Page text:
Renovated Classic Coaster and anticipated Rainier Rush debut at Washington State Fair

Staff writerSeptember 5, 2013 

The newly rebranded Washington State Fair is offering roller coaster enthusiasts the best of both worlds, historic and hip, when it opens Friday.

The marriage of new and old is a common theme for the annual event known for decades as the Puyallup Fair. It will offer longtime favorites and new attractions to a predicted million-plus visitors through Sept. 22.

The new coaster, Rainier Rush, makes its debut on the same midway as the wooden Classic Coaster near the Orange Gate when the fair opens at 9 a.m.

First-day thrill seekers can expect to get wet as heavy downpours are expected, according to the National Weather Service.  

Early riders of both coasters say the new ride lives up to its name and the wooden mainstay has only gotten better. 

Rainier Rush is the first modern, looping-inversion coaster at the 113-year-old fair. It has a top speed of 50 mph and hits a G-force of 5.8, comparable to a Formula One racecar during heavy braking. 

The most notable feature is a loop that tilts at an 80-degree angle, which is rare. 

The wooden coaster has an increased top speed, from 32 mph to 38 mph, after a five-year, $1.25 million renovation completed this summer.

Joseph Culley, an operator for Rainier Rush, has gone on several test rides and on a scale of one to 10, he rates the new ride about seven.

“I’ve ridden a lot of rides,” he said Thursday. “It’s probably one of the better compact coasters I’ve seen.”

Culley, who has worked for Funtastic on other fair coasters such as Kersplash, said the new ride has been tested off and on for about two weeks and will be fully operational opening day.

Fair spokeswoman Karen LaFlamme could not be reached Thursday to provide details on maintenance and tests on the new ride.

Rainier Rush was popular before it even had a name. 

More than 1,600 entries were submitted in a naming contest earlier this summer. It was originally named the Typhoon, but fair staff said that wasn’t a good fit.

Several people, including the two contest winners, suggested a moniker that incorporated the iconic mountain. 

Down the midway from the new ride, the Classic Coaster is a longtime fairgrounds favorite.

Built in 1935 by John A. Miller, known as the Thomas Edison of roller coasters, it is one of about 20 wooden coasters left in the country. 

Fair staff maintained its original design; the only change is the type of cars used. It’s been renovated several times, but the recent upgrade is the biggest restoration.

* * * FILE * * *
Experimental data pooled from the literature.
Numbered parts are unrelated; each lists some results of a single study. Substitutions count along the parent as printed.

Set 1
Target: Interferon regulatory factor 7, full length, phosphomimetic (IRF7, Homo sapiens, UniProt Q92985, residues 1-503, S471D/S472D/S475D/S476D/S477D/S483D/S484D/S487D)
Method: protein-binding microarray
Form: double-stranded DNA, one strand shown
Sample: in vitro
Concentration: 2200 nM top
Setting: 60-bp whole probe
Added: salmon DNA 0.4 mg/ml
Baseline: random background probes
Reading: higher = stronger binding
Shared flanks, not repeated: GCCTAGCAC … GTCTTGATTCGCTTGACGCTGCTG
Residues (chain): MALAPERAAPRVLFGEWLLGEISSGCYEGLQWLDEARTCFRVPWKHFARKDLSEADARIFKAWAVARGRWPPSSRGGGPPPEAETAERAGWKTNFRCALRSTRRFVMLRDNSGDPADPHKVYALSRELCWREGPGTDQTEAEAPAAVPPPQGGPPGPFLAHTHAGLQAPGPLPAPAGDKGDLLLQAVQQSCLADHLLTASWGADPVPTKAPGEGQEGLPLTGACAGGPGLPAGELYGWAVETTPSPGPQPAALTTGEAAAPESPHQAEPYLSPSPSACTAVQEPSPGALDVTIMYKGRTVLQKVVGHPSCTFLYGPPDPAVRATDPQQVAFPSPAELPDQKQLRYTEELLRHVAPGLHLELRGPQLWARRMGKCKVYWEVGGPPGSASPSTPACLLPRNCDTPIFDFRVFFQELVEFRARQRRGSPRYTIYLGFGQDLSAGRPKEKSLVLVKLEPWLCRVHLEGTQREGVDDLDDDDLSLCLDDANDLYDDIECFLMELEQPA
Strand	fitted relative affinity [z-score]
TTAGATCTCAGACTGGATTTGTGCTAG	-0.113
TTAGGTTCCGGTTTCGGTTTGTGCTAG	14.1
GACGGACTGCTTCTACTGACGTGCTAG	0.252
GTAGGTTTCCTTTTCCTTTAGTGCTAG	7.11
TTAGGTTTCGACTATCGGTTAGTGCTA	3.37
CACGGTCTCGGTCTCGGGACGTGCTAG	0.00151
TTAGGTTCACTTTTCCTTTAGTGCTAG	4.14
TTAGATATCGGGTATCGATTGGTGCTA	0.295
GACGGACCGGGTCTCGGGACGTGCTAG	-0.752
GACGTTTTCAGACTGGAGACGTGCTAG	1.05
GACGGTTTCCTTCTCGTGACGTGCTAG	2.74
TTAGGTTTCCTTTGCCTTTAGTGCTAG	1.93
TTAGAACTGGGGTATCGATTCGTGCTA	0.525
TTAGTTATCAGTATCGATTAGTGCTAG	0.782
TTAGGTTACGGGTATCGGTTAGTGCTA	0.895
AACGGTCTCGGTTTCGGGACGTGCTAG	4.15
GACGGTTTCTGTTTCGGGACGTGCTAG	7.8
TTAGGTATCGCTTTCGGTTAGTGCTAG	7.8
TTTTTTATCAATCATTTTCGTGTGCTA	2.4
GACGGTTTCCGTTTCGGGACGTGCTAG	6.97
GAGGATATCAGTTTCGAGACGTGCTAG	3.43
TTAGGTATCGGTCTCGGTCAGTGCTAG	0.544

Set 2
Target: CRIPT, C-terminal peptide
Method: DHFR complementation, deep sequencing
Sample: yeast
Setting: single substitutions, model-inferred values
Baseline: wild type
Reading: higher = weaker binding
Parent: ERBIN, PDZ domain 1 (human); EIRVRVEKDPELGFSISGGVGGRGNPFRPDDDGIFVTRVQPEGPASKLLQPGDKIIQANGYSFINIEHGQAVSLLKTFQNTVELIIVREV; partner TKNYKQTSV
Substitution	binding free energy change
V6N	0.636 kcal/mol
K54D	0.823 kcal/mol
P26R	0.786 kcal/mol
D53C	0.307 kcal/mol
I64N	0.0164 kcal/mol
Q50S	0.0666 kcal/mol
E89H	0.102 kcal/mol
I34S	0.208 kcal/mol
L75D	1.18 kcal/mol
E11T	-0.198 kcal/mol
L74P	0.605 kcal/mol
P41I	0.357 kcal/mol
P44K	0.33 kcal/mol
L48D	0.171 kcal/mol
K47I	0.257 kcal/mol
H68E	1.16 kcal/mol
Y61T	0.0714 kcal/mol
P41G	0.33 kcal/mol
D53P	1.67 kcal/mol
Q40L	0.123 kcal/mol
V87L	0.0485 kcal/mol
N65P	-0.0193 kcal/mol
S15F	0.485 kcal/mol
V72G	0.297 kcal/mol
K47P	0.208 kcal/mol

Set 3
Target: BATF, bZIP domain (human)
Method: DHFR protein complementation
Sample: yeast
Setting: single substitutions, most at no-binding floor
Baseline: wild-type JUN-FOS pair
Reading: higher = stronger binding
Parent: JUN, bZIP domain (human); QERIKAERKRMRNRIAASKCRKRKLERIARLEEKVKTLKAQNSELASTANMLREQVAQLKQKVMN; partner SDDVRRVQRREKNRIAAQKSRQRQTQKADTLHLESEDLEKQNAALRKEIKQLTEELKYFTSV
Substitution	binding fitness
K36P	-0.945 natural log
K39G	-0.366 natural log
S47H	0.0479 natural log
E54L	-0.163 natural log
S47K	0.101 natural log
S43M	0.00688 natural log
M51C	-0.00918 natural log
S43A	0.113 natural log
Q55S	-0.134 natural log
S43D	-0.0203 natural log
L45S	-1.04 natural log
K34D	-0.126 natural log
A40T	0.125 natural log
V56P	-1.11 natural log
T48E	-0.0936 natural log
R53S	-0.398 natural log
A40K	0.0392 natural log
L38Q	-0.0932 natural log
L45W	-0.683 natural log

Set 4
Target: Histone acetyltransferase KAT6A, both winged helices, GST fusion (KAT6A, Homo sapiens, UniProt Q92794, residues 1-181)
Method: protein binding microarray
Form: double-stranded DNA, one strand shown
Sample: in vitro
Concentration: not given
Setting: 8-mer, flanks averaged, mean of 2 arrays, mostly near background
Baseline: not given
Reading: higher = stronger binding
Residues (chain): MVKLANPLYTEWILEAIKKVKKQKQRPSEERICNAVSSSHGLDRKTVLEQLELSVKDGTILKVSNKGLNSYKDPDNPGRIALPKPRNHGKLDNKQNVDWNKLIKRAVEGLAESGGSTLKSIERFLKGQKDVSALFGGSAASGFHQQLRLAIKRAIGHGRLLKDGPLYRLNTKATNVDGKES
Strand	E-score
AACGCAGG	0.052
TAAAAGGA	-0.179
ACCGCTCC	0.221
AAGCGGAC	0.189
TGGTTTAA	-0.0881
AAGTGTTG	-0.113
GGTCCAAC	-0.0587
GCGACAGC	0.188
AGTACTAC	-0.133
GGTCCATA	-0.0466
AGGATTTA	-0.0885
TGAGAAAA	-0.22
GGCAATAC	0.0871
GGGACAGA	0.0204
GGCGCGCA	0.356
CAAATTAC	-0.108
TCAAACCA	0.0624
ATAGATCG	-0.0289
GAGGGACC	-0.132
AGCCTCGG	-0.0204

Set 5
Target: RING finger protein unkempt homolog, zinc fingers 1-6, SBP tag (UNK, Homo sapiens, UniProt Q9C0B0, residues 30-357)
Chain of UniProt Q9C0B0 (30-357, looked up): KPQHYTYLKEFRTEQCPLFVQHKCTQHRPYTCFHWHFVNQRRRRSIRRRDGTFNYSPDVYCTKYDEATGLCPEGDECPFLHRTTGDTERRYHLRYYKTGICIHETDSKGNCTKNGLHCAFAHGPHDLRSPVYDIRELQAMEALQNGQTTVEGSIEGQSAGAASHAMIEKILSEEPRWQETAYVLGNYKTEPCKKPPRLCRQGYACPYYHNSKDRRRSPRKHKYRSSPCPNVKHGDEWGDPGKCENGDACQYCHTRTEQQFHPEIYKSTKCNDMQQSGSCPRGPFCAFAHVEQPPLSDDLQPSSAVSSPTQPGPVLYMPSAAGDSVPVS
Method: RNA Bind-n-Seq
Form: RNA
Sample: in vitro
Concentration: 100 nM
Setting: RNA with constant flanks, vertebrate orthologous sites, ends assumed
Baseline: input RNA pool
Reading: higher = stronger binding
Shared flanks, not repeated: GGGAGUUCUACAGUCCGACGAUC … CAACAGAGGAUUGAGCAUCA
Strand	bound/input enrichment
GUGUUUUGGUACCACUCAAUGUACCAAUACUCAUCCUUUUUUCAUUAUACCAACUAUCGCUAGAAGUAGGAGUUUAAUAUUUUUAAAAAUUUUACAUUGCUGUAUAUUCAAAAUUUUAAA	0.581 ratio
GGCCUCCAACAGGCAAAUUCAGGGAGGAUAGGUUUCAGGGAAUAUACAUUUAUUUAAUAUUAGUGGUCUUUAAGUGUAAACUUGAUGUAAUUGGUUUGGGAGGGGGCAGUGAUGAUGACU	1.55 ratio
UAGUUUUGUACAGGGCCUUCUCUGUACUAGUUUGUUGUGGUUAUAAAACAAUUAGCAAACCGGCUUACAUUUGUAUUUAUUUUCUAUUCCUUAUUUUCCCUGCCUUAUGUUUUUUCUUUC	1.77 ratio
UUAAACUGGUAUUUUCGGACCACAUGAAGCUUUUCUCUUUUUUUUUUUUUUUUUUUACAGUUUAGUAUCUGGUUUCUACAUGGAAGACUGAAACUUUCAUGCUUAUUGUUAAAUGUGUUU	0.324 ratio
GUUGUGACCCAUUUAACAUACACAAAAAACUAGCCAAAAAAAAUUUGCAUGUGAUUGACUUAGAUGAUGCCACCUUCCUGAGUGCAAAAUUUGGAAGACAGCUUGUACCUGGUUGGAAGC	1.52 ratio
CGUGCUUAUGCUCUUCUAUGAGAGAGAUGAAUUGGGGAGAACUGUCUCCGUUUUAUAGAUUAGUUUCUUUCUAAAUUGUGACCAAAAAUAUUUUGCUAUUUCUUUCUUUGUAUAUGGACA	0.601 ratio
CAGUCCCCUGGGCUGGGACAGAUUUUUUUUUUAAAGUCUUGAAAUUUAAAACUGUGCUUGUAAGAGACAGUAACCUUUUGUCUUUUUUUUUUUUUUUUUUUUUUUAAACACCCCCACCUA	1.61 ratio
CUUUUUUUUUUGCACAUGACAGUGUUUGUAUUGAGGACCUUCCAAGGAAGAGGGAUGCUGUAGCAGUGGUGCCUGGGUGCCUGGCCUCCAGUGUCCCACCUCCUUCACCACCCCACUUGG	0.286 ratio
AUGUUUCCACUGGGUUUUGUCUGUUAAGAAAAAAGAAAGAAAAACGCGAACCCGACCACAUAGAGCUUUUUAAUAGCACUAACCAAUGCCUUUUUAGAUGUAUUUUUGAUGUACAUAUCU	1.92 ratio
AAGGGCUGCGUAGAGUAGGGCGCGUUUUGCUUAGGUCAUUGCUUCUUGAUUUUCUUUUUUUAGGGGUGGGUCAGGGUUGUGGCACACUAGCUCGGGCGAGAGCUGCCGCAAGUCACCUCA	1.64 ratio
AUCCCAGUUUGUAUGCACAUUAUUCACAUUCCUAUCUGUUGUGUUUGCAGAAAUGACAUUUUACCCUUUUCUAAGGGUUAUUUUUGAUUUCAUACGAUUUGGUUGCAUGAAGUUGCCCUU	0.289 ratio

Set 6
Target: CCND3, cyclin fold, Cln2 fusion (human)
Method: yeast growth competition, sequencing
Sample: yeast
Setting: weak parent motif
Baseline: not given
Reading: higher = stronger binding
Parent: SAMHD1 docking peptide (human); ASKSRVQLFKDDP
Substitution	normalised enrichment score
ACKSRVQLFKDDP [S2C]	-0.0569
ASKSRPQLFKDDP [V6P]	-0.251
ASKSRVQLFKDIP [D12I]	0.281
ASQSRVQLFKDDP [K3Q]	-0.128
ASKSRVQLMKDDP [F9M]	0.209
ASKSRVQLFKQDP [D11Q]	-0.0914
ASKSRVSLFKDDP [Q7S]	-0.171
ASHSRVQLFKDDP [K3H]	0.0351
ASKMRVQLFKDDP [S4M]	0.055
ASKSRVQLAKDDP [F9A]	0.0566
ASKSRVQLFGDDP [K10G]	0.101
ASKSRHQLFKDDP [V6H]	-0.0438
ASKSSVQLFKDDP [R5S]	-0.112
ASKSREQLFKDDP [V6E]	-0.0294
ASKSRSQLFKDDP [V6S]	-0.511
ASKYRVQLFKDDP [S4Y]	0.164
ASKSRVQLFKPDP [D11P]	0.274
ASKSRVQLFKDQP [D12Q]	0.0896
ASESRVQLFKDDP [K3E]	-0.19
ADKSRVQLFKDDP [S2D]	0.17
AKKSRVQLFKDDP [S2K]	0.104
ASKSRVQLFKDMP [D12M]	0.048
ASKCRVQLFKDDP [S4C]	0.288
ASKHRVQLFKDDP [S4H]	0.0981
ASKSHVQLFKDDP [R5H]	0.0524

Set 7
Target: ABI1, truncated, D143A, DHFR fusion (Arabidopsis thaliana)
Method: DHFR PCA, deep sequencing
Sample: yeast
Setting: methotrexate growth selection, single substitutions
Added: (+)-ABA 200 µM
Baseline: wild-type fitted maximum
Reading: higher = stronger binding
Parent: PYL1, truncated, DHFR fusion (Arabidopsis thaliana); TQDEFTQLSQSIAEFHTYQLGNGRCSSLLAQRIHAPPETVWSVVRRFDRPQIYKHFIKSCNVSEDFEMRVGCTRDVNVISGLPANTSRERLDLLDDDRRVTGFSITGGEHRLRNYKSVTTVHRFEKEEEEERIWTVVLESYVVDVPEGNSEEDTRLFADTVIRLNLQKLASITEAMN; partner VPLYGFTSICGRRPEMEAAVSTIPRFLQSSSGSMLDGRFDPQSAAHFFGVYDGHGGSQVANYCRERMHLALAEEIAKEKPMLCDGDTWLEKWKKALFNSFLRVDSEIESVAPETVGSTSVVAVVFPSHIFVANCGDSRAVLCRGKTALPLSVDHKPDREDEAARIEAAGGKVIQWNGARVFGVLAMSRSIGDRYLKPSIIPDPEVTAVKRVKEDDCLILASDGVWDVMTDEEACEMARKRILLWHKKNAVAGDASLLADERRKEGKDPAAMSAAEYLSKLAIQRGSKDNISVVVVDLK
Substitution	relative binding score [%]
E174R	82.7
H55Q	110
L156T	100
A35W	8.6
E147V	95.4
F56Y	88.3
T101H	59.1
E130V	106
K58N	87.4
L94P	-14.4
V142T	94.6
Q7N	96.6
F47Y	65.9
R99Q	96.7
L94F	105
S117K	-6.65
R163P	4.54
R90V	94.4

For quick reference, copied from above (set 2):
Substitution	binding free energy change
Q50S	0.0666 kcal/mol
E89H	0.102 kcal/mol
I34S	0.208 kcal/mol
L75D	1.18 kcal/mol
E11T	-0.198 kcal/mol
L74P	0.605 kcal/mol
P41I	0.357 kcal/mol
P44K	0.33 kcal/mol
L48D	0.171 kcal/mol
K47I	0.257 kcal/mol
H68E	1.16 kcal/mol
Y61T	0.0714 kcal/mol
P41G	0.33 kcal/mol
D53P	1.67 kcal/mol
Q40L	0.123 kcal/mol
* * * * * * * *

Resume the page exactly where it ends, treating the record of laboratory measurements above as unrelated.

John Hinde supervised the project. He said the ride is faster and was built with materials sturdier than the original timber.

After dozens of hours testing the new tracks with sand buckets and, most recently, humans, Hinde said the Classic Coaster checks out for eager riders on opening day.

“Everything’s ready to run,” he said.

Hinde, who went on another test ride Wednesday, has ridden it about 2,000 times since coming to the fair in 1988; he’s tested it 10 times since the renovation was completed.

Although the top speed has increased with its smooth new tracks, Hinde said riders get the most out of its hills and dips at 32-34 mph. 

“I try to get it to go the best speed for the customer,” he said. 

Puyallup police were on the fairgrounds Wednesday using a radar gun to clock the speed of the wooden coaster trains. It was just right by Hinde’s standards, running at 34 mph.

LaFlamme said they don’t normally have officers check speeds, but staff wanted to see just how fast the ride was going ahead of the debut Friday. Speeds for Rainier Rush were unavailable.

Fair CEO Kent Hojem said he’s looking forward to unveiling all the hard work that has gone into the rebranding effort, roller coasters included.

“I’m excited to open the gates and show people what we’ve done this year,” he said. “So many people put in so much hard work and passion. I’m proud of them and proud of the work they’ve done.”

Kari Plog: 253-597-8682

kari.plog@thenewstribune.com

@KariPlog

 

COMPARING COASTERS

Rainier Rush

Year built: 1998 in Italy

Height: About 62 feet

Top speed: 50 mph

Total length of track: About 1,772 feet

Trains, cars: Three trains, three cars per train

Cost to ride: $6 (at nondiscounted ticket prices)

 

Classic Coaster

Year built: 1935; renovated 1950, 1970, 1999, 2009-13

Height: 55 feet

Top speed: 38 mph

Total length of track: 2,650 feet

Trains: Three (Ol’ Yeller, Blaz’n Blue, Or’nry Orange)

Cost to ride: $6 (at nondiscounted ticket prices)

 

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